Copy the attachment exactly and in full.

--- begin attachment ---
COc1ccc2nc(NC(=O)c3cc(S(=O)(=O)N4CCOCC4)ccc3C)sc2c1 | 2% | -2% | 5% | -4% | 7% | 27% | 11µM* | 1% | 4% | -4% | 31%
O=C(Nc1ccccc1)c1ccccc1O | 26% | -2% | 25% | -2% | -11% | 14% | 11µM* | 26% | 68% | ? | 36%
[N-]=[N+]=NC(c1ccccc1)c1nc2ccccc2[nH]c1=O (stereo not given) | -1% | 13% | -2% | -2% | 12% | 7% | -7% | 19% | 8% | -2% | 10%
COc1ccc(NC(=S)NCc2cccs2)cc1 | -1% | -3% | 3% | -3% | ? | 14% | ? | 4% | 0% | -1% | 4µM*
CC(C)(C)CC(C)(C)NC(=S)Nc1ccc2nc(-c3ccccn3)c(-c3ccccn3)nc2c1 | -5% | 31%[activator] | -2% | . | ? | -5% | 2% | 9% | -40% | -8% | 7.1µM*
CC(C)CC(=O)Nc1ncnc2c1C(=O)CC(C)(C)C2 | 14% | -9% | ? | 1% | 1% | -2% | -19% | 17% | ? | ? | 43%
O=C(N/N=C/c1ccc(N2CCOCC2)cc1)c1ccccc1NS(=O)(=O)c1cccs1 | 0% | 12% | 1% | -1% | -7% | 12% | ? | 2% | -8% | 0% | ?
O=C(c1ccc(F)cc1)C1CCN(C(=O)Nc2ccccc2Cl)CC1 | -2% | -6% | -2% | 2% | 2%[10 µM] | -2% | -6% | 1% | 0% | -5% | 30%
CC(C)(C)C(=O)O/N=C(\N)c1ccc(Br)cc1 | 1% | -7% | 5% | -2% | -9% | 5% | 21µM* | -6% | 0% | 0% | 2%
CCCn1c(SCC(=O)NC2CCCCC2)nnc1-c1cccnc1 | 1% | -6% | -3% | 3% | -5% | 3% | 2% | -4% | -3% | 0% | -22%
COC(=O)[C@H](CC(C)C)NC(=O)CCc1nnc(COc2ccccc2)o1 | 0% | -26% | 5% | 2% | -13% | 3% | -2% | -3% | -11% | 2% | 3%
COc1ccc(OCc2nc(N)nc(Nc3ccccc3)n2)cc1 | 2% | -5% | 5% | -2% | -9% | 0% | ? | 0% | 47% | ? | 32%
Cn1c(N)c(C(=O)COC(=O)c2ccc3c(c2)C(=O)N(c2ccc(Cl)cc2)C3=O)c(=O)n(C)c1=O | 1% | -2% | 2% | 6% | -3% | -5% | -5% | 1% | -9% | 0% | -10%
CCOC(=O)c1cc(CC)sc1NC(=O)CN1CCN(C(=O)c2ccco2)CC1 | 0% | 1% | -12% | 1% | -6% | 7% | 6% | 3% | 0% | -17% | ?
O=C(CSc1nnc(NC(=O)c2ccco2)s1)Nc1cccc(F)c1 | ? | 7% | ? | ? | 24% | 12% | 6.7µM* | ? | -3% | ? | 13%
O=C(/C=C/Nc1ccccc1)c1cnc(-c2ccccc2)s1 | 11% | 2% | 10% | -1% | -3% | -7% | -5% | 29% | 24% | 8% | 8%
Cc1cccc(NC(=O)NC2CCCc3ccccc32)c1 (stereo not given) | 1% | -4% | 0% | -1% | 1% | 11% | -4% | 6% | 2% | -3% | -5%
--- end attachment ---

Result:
COc1ccc2nc(NC(=O)c3cc(S(=O)(=O)N4CCOCC4)ccc3C)sc2c1 | 2% | -2% | 5% | -4% | 7% | 27% | 11µM* | 1% | 4% | -4% | 31%
O=C(Nc1ccccc1)c1ccccc1O | 26% | -2% | 25% | -2% | -11% | 14% | 11µM* | 26% | 68% | ? | 36%
[N-]=[N+]=NC(c1ccccc1)c1nc2ccccc2[nH]c1=O (stereo not given) | -1% | 13% | -2% | -2% | 12% | 7% | -7% | 19% | 8% | -2% | 10%
COc1ccc(NC(=S)NCc2cccs2)cc1 | -1% | -3% | 3% | -3% | ? | 14% | ? | 4% | 0% | -1% | 4µM*
CC(C)(C)CC(C)(C)NC(=S)Nc1ccc2nc(-c3ccccn3)c(-c3ccccn3)nc2c1 | -5% | 31%[activator] | -2% | . | ? | -5% | 2% | 9% | -40% | -8% | 7.1µM*
CC(C)CC(=O)Nc1ncnc2c1C(=O)CC(C)(C)C2 | 14% | -9% | ? | 1% | 1% | -2% | -19% | 17% | ? | ? | 43%
O=C(N/N=C/c1ccc(N2CCOCC2)cc1)c1ccccc1NS(=O)(=O)c1cccs1 | 0% | 12% | 1% | -1% | -7% | 12% | ? | 2% | -8% | 0% | ?
O=C(c1ccc(F)cc1)C1CCN(C(=O)Nc2ccccc2Cl)CC1 | -2% | -6% | -2% | 2% | 2%[10 µM] | -2% | -6% | 1% | 0% | -5% | 30%
CC(C)(C)C(=O)O/N=C(\N)c1ccc(Br)cc1 | 1% | -7% | 5% | -2% | -9% | 5% | 21µM* | -6% | 0% | 0% | 2%
CCCn1c(SCC(=O)NC2CCCCC2)nnc1-c1cccnc1 | 1% | -6% | -3% | 3% | -5% | 3% | 2% | -4% | -3% | 0% | -22%
COC(=O)[C@H](CC(C)C)NC(=O)CCc1nnc(COc2ccccc2)o1 | 0% | -26% | 5% | 2% | -13% | 3% | -2% | -3% | -11% | 2% | 3%
COc1ccc(OCc2nc(N)nc(Nc3ccccc3)n2)cc1 | 2% | -5% | 5% | -2% | -9% | 0% | ? | 0% | 47% | ? | 32%
Cn1c(N)c(C(=O)COC(=O)c2ccc3c(c2)C(=O)N(c2ccc(Cl)cc2)C3=O)c(=O)n(C)c1=O | 1% | -2% | 2% | 6% | -3% | -5% | -5% | 1% | -9% | 0% | -10%
CCOC(=O)c1cc(CC)sc1NC(=O)CN1CCN(C(=O)c2ccco2)CC1 | 0% | 1% | -12% | 1% | -6% | 7% | 6% | 3% | 0% | -17% | ?
O=C(CSc1nnc(NC(=O)c2ccco2)s1)Nc1cccc(F)c1 | ? | 7% | ? | ? | 24% | 12% | 6.7µM* | ? | -3% | ? | 13%
O=C(/C=C/Nc1ccccc1)c1cnc(-c2ccccc2)s1 | 11% | 2% | 10% | -1% | -3% | -7% | -5% | 29% | 24% | 8% | 8%
Cc1cccc(NC(=O)NC2CCCc3ccccc32)c1 (stereo not given) | 1% | -4% | 0% | -1% | 1% | 11% | -4% | 6% | 2% | -3% | -5%